Court Hearings for the Permanent Placement of Children - Delaware

Date: February 2020

Schedule of Hearings

Citation: Ann. Code Tit. 29, § 9003; DFS Pol. Man. # 4

The Division of Family Services must conduct a written review of the case plan for each child under its supervision or custody at least every 6 months.

In policy: When a child has not been reunited with his family within 9 months of entering foster care or has been in care for a total 9 out of 15 months, the case should be referred to the permanency planning committee (PPC) for review of the permanency options for that particular child and a recommendation for a change in goal. The recommendation will be presented to the family court at the next scheduled permanency hearing.

In addition to reviewing cases meeting the criteria above, the PPC should be reviewing a case any time there is a consideration of a goal change, regardless of the time that the child has been in care.

A permanency hearing must occur within 12 months of a child's placement and every 12 months thereafter as long as the child remains continuously in placement. The family court will hold the initial hearing in the 11th month but no later than the 12th month of the child's placement and yearly thereafter.

Persons Entitled to Attend Hearings

Citation: DFS Pol. Man. # 4, 5

The division caseworker will ensure that the child's caregivers (relative, nonrelative, or adoptive) are provided with a notice of the permanency hearing and the right to be heard. Until such time that the court terminates parental rights, both parents of a child must be invited to attend the permanency hearing. If age appropriate, the child should be invited to the permanency hearing.

Determinations Made at Hearings

Citation: Ann. Code Tit. 29, § 9003; DFS Pol. Man. # 4, 5

The division must conduct a written review of the case plan for each child under its supervision or custody at least every 6 months to determine whether the plan is appropriate.

In policy: The child plan addresses the child's needs while in placement and until permanency is achieved. The areas specifically addressed are medical needs, dental needs, educational/vocational needs, and social/emotional needs; behavior management; preparation for independent living; court requirements; visitation; and activities to locate a permanent home. A child plan review documents progress in all the areas addressed in the child plan. It should address goals/objectives that were met, progress or problems in meeting goals, any new goals set, and strategies to achieve the goals.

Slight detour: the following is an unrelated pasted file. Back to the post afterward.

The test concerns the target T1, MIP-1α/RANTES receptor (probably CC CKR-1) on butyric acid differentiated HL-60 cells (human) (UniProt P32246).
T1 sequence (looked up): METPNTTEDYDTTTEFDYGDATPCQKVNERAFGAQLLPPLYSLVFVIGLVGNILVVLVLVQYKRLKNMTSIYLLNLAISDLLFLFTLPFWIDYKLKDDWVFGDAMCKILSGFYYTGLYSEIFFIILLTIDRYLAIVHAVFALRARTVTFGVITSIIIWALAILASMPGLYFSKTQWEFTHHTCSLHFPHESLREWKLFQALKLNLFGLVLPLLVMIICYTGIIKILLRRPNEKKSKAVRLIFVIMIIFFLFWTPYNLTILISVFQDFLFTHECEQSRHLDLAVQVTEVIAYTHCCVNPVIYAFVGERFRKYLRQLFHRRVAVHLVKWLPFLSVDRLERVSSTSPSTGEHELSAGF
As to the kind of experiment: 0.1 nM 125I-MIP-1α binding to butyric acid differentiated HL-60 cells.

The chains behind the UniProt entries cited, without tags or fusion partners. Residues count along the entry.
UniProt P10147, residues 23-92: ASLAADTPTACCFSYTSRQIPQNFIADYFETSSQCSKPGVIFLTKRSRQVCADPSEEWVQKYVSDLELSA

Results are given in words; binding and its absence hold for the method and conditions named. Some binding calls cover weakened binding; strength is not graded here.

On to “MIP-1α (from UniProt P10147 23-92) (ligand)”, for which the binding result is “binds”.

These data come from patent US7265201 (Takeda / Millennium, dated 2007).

The permanency hearing shall determine the permanency plan for the child that includes whether and, if applicable, when the child will be returned to the parent; placed for adoption with the State filing a petition for termination of parental rights; referred for legal guardianship; or, in the case of a child who is age 16 or older, placed in another planned permanent living arrangement. If a youth is placed in another planned permanent living arrangement, the State must document to the court the compelling reasons why it would not be in the youth's best interest to return home, be referred for termination of parental rights and placed for adoption, or placed with a fit and willing relative or with a legal guardian.

At the permanency hearing, the court will consider both in-State and out-of-State options for placement that are in the child's best interests. The court's finding may include, but is not limited to, the following:

  • Whether the child can be returned to the parent and when
  • Whether the child should remain in foster care for a specified time pending permanence
  • Whether the child should, because of the child's special need or circumstances, remain in foster care on a permanent basis
  • Whether the child should be considered for legal guardianship or permanent guardianship
  • Whether the child should be referred for termination of parental rights and placed for adoption
  • Whether the child who is age 14 or older has an appropriate independent living plan

When a child is removed for his or her home, the judicial determination as to whether reasonable efforts were made or were not required to prevent this removal is made no later than 60 days from the date the child is removed from the home. The judicial determinations regarding reasonable efforts to prevent removal and reasonable efforts to finalize the permanency plan in effect, including judicial determinations that reasonable efforts are not required, are explicitly documented and made on a case-by-case basis and so stated in the court order and included in all subsequent court orders until permanency has been established.

Permanency Options

Citation: DFS Pol. Man. #5

Permanency, as it relates to children, is the placement of a child with a family or caregiver in which it is believed that the child will remain until he or she reaches adulthood. It is a resource that can meet the child's needs physically, emotionally, educationally, medically, and psychologically. This resource is legally sanctioned by the court.

Permanency options that exist for children are as follows and are listed in order of preference:

  • Reunification with parents
  • Custody and guardianship with a relative/kinship caregiver
  • Termination of parental rights and adoption
  • Permanent guardianship
  • Guardianship with an approved nonrelative caregiver
  • An alternative planned permanent living arrangement (APPLA) with agreement

If APPLA with agreement is selected, the caseworker must discuss this with the child and the foster family prior to recommending a long-term foster care arrangement. If APPLA for a child age 16 or older is selected, the caseworker must discuss compelling reasons why other, more preferable options have been ruled out.